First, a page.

Hormonal Changes in the Aging Male

The aging of the world's population
During recent decades, the world population's birth and death rates have undergone a remarkable decline. Consequently, the increasing proportion of older persons is becoming a major concern. Today, one out of every ten persons is age 60 or more; by 2050, the proportion is expected to be one out of five (Figure 1). In the twenty-first century, human beings are expected to break the 100-year barrier and reach their biological limit—their longest possible lifespan—of almost 120 years. The socioeconomic impact on society that may result from an increasing old-age dependency ratio is an area of growing research and public debate.

Figure 1. Aging of the world's population.

Aging can refer to the progressive deterioration of cells, tissues and organs associated with increased age. A distinction must be made between biological and chronological aging because the primary objective is not only to prolong life but to allow aging in a state of good health. Starting at middle age, the death rate doubles every 7 to 10 years as a result of degenerative geriatric conditions such as cardiac disease, cancer, osteoporosis, arthropathy, diabetes, dementia and autoimmune disease. One hundred million Americans are currently being treated for one or more degenerative diseases at a healthcare cost of more than $700 billion per year. Ninety percent of all healthcare dollars are spent on extraordinary care in the last two to three years of life.

The aging male
Due to genetic predisposition, typical "male" lifestyle, and emotional and social factors, men in the Western world die on average seven years earlier than women. Female menopause has been known for centuries, but only recently has it been discovered that males go through a similar phenomenon, with analogous symptoms. Names for this phenomenon include male climacteric and andropause. Menopause represents a landmark in the female chronobiology and indicates the end of reproductive capacity. In contrast to this clearly defined event for women, aging of the male endocrine system, beginning in middle-aged or elderly men, is a less abrupt, less clearly demarcated and highly variable process (Figure 2). A gradual decrease in nearly all physiological functions accompanies aging and is reflected clinically by a decrease in muscle mass and strength, sexual function and activity, cognitive functions, and the feeling of well-being; and by the development of abdominal obesity, insulin resistance and atherosclerosis.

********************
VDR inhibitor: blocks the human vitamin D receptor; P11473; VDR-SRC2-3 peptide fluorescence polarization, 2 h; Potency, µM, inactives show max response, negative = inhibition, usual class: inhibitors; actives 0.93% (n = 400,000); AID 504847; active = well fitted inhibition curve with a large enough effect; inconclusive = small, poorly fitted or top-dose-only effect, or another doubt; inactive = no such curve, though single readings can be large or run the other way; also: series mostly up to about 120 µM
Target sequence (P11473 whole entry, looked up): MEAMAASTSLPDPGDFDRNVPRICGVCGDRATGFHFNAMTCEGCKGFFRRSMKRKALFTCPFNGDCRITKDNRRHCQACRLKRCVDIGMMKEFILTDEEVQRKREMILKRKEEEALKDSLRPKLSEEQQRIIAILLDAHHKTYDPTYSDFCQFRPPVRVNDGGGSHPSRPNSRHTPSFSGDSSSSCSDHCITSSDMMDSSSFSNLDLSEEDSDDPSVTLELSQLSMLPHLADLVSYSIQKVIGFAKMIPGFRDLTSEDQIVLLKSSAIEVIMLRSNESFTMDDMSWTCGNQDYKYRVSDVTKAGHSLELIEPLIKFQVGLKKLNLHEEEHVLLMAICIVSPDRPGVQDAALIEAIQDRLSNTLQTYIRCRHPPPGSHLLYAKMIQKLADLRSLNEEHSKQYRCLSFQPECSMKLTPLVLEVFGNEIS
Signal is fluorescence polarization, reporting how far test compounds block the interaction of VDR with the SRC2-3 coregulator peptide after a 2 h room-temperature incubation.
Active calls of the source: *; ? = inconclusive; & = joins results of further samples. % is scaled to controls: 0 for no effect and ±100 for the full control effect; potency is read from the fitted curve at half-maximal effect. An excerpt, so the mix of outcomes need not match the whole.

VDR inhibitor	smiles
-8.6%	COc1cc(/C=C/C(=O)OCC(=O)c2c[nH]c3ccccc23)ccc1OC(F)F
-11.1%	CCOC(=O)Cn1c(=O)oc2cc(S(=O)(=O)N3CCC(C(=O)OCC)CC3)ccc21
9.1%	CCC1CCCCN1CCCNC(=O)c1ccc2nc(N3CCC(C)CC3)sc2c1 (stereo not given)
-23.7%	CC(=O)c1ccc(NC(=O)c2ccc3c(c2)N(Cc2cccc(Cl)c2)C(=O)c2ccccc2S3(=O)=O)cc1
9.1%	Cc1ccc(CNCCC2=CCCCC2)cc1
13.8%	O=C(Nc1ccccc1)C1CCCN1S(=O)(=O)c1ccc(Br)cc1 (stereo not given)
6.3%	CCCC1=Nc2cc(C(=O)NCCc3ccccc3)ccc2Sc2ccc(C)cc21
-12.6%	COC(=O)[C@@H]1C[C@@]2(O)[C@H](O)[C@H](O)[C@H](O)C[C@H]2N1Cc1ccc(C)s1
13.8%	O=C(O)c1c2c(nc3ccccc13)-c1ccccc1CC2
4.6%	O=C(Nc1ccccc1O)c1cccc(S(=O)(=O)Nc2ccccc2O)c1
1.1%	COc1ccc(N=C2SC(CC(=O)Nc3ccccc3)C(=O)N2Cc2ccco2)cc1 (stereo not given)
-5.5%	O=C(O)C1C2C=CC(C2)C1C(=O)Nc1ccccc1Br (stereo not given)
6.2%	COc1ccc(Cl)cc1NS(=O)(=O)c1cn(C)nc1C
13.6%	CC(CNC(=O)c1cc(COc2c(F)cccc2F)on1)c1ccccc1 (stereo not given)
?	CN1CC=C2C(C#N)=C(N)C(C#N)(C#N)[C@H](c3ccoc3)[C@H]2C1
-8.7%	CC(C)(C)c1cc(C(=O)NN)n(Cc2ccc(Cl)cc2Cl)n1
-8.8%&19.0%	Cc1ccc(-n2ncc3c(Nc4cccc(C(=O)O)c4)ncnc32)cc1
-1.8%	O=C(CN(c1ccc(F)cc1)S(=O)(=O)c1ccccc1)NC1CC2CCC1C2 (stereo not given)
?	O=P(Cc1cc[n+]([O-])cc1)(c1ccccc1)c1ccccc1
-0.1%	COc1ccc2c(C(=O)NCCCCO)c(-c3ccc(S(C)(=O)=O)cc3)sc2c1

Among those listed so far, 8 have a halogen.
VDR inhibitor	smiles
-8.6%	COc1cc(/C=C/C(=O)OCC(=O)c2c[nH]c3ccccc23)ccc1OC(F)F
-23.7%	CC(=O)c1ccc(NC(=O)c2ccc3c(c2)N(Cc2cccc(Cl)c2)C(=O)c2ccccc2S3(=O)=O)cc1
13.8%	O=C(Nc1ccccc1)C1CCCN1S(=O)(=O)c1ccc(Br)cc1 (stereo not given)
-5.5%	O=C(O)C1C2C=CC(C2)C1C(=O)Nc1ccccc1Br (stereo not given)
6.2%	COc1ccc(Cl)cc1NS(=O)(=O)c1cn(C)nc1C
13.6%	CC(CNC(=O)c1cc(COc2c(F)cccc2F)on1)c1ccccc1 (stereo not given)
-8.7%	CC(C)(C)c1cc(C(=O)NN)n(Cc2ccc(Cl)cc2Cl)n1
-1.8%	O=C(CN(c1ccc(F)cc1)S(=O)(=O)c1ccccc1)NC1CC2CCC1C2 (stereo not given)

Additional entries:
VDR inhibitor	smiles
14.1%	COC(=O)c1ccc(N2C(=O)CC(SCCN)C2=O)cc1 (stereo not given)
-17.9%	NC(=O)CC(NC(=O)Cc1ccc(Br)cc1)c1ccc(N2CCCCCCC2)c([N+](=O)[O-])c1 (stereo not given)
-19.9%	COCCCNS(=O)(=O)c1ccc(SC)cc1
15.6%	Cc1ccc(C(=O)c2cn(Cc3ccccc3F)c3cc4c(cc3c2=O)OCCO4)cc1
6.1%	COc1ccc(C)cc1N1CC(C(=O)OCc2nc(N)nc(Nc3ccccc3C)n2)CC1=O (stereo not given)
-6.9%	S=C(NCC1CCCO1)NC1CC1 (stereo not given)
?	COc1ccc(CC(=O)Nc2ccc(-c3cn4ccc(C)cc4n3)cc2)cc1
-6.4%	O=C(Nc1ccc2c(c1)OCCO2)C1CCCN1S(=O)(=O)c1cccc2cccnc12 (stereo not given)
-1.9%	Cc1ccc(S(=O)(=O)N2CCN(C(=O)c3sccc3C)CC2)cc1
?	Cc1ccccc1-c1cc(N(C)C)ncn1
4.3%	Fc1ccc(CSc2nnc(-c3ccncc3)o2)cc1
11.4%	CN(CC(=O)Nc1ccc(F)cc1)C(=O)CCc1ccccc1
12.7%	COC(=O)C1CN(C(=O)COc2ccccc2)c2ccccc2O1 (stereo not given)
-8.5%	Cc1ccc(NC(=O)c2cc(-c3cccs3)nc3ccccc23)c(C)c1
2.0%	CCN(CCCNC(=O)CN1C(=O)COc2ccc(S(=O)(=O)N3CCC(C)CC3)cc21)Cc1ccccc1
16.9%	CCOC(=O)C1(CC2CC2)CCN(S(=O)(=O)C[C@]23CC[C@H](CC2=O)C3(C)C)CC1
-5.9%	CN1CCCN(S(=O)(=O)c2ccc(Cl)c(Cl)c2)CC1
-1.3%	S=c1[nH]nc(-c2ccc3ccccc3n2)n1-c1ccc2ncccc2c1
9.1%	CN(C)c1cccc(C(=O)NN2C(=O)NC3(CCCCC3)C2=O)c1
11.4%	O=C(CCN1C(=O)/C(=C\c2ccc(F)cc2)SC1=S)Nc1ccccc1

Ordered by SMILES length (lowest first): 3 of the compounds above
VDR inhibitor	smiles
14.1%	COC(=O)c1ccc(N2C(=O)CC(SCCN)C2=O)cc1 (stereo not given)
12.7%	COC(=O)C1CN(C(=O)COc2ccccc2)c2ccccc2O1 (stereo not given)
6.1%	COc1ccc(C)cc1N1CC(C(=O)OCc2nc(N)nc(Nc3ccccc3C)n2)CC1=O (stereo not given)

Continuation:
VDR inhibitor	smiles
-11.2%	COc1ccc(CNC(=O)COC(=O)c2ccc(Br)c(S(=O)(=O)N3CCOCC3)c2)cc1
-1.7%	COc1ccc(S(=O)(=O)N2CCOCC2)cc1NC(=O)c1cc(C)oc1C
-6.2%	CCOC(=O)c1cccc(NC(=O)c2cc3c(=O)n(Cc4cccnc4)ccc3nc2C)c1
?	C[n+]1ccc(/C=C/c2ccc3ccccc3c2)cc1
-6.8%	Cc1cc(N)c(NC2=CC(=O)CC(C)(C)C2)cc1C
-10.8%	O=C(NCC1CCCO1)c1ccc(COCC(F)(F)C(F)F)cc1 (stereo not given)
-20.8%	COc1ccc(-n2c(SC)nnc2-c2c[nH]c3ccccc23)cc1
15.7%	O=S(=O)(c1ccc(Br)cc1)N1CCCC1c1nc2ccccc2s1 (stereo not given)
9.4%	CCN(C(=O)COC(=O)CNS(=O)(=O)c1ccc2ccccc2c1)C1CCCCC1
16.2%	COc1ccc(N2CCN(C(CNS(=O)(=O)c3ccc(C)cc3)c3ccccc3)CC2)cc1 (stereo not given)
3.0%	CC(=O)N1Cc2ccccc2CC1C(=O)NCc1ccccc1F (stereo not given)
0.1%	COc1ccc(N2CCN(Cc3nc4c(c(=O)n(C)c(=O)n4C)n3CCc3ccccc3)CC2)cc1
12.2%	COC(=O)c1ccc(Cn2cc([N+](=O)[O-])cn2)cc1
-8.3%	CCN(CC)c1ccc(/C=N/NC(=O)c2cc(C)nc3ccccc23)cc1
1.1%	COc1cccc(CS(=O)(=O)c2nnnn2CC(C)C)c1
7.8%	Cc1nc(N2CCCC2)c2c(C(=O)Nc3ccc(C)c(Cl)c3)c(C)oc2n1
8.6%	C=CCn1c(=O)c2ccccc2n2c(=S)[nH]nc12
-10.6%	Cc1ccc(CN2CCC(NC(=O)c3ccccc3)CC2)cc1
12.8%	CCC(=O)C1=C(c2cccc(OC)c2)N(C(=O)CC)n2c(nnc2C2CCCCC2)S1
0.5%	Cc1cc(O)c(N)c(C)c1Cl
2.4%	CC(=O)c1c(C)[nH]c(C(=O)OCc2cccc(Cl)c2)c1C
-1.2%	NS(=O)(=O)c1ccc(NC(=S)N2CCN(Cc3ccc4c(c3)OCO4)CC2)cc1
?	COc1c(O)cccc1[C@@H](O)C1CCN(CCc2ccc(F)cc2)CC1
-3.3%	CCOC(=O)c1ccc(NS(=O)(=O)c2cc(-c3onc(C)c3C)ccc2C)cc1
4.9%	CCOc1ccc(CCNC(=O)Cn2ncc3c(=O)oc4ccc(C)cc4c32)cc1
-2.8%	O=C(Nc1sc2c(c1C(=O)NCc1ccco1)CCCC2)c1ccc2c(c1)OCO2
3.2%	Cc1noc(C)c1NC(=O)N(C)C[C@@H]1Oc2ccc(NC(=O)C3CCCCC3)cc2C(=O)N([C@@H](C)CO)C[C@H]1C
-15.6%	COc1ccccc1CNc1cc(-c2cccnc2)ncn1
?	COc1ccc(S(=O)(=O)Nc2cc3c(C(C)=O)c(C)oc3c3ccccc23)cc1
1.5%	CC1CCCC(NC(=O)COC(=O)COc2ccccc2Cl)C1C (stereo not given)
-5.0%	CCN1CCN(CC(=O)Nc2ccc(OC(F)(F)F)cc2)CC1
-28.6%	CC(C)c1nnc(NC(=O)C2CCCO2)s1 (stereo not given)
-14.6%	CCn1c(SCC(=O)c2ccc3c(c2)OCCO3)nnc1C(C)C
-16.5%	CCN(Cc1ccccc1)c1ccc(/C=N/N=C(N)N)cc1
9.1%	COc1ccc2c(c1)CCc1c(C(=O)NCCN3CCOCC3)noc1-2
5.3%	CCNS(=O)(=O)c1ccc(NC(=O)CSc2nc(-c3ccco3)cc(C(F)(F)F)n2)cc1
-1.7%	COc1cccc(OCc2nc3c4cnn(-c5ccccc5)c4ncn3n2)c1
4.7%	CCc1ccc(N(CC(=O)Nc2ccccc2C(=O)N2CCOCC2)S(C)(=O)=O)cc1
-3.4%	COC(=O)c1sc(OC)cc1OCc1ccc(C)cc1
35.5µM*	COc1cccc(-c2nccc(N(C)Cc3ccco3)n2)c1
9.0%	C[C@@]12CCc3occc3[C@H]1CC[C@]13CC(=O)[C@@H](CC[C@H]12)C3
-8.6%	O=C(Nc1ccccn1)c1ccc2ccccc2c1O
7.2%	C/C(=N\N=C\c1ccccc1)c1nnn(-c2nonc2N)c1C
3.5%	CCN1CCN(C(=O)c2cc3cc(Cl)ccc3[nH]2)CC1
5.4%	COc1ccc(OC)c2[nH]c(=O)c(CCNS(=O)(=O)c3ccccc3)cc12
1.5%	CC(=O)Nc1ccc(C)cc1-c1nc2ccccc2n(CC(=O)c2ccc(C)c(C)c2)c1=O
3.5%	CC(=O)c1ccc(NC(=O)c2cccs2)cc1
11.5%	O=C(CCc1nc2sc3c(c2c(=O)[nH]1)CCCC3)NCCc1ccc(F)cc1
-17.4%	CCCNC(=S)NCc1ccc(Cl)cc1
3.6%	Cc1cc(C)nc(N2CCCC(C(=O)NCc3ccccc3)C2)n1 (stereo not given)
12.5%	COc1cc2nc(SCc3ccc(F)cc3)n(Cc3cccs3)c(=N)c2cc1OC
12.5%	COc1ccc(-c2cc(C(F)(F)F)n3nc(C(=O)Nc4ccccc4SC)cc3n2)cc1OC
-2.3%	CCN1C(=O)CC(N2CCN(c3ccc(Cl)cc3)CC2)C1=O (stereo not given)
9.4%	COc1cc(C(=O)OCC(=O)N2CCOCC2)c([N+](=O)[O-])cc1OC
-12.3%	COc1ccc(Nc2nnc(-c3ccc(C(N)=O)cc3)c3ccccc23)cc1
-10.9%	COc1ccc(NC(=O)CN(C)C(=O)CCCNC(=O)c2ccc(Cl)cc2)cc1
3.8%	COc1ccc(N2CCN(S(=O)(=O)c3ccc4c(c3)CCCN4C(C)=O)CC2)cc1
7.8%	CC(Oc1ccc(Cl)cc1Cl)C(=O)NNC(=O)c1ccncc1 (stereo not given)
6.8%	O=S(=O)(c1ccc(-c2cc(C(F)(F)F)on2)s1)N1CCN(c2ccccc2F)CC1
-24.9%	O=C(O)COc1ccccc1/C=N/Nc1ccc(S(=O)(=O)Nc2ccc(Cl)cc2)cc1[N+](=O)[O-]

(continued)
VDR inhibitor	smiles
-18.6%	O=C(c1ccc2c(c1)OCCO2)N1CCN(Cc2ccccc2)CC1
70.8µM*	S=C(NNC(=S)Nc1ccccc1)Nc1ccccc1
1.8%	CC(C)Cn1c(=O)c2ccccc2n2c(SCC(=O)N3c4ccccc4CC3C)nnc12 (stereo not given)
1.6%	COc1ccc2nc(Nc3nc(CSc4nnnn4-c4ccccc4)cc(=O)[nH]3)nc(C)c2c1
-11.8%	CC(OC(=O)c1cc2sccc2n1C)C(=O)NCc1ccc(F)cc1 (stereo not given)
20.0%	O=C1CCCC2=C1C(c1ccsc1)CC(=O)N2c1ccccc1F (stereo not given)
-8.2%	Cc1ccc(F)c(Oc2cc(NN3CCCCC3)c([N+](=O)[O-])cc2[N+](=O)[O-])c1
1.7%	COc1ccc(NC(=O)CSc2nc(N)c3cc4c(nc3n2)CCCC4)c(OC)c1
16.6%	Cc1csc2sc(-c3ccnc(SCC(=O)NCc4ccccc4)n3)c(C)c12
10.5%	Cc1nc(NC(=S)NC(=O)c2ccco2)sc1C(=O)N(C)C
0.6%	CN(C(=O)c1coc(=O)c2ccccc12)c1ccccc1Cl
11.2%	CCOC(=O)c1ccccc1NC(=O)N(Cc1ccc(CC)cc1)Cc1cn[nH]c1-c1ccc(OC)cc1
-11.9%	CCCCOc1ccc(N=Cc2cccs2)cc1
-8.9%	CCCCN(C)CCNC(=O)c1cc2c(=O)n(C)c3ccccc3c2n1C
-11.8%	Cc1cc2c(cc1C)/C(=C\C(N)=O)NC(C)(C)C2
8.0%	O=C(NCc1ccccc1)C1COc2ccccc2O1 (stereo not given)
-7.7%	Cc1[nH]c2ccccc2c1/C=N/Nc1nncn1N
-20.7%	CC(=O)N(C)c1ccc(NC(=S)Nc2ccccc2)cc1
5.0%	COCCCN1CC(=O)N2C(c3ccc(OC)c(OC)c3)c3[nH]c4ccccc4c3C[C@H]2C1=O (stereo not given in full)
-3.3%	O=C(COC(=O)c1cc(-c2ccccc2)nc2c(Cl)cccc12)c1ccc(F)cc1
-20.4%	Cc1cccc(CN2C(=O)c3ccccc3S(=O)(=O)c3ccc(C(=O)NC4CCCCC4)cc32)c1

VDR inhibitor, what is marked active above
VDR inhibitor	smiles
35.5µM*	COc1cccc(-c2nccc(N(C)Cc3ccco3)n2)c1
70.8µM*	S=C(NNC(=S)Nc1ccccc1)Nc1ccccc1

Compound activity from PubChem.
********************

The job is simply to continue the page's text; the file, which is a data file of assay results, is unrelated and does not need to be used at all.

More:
Figure 2. General patterns of age-related decline in estradiol levels in women and total testosterone levels in men.

Hormonal changes and replacement therapies
The most potent androgen in man is testosterone. It is released by the testes under the control of LH, which, in turn, is secreted in a pulsatile manner by the pituitary gland. As men age, the testes may become less responsive to these LH pulses. Serum total testosterone and calculated free and non-SHBG-bound testosterone decrease with age; SHBG is reported to increase. Serum LH and FSH exhibit a mild associated increase. Cortisol and insulin also increase with age. Both sexes experience similar declines in DHEA and DHEA-SO4, hGH, IGF-I and melatonin, with a general reduction in sense of well-being, libido and cognitive abilities. TSH, another hormone secreted from the pituitary, declines slightly with age, whereas the concentrations of T3 and T4 do not appear to be affected.

To follow up these alterations and their clinical and physiological effects, a knowledge of the hormonal profile is mandatory. Hormone measurements allow detection of pathological states and provide the necessary information for proper therapeutic monitoring in such contexts as testosterone replacement therapy and DHEA intake. Additionally, supplemental hGH, estradiol, melatonin, vitamin complexes and antioxidants are administered in specific conditions.